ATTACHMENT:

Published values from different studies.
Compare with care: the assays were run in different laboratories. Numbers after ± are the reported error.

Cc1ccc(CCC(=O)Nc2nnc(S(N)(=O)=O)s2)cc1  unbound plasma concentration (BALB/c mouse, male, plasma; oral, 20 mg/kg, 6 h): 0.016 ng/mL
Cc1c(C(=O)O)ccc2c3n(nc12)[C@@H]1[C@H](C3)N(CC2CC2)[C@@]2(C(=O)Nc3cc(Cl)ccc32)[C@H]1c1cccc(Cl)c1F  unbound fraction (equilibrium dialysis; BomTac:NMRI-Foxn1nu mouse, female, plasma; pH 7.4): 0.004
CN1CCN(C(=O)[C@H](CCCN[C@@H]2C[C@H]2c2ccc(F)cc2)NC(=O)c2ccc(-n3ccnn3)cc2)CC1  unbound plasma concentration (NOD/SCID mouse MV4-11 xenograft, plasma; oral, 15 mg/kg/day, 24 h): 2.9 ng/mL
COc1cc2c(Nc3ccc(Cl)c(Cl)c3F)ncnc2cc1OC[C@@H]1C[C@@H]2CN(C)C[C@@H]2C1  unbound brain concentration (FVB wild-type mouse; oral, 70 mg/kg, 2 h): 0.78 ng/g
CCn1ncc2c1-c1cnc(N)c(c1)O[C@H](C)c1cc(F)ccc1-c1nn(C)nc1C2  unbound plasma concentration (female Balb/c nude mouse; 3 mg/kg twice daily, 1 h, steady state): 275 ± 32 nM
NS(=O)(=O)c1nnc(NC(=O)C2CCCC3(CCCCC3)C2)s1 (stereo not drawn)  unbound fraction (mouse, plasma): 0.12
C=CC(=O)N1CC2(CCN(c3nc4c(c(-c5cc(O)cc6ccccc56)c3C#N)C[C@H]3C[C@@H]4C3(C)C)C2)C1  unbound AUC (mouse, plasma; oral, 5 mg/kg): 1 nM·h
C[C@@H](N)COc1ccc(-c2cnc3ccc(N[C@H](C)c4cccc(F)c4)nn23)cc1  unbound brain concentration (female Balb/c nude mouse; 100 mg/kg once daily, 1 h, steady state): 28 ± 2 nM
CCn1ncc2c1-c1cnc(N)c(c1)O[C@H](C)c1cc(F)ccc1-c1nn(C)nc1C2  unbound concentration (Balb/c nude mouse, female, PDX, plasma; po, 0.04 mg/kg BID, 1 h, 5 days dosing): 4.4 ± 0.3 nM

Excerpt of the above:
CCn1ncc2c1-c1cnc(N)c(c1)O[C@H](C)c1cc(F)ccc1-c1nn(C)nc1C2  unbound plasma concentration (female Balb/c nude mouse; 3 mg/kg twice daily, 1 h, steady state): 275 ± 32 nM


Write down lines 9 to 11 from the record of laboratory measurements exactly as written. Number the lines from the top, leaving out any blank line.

C=CC(=O)N1CC2(CCN(c3nc4c(c(-c5cc(O)cc6ccccc56)c3C#N)C[C@H]3C[C@@H]4C3(C)C)C2)C1  unbound AUC (mouse, plasma; oral, 5 mg/kg): 1 nM·h
C[C@@H](N)COc1ccc(-c2cnc3ccc(N[C@H](C)c4cccc(F)c4)nn23)cc1  unbound brain concentration (female Balb/c nude mouse; 100 mg/kg once daily, 1 h, steady state): 28 ± 2 nM
CCn1ncc2c1-c1cnc(N)c(c1)O[C@H](C)c1cc(F)ccc1-c1nn(C)nc1C2  unbound concentration (Balb/c nude mouse, female, PDX, plasma; po, 0.04 mg/kg BID, 1 h, 5 days dosing): 4.4 ± 0.3 nM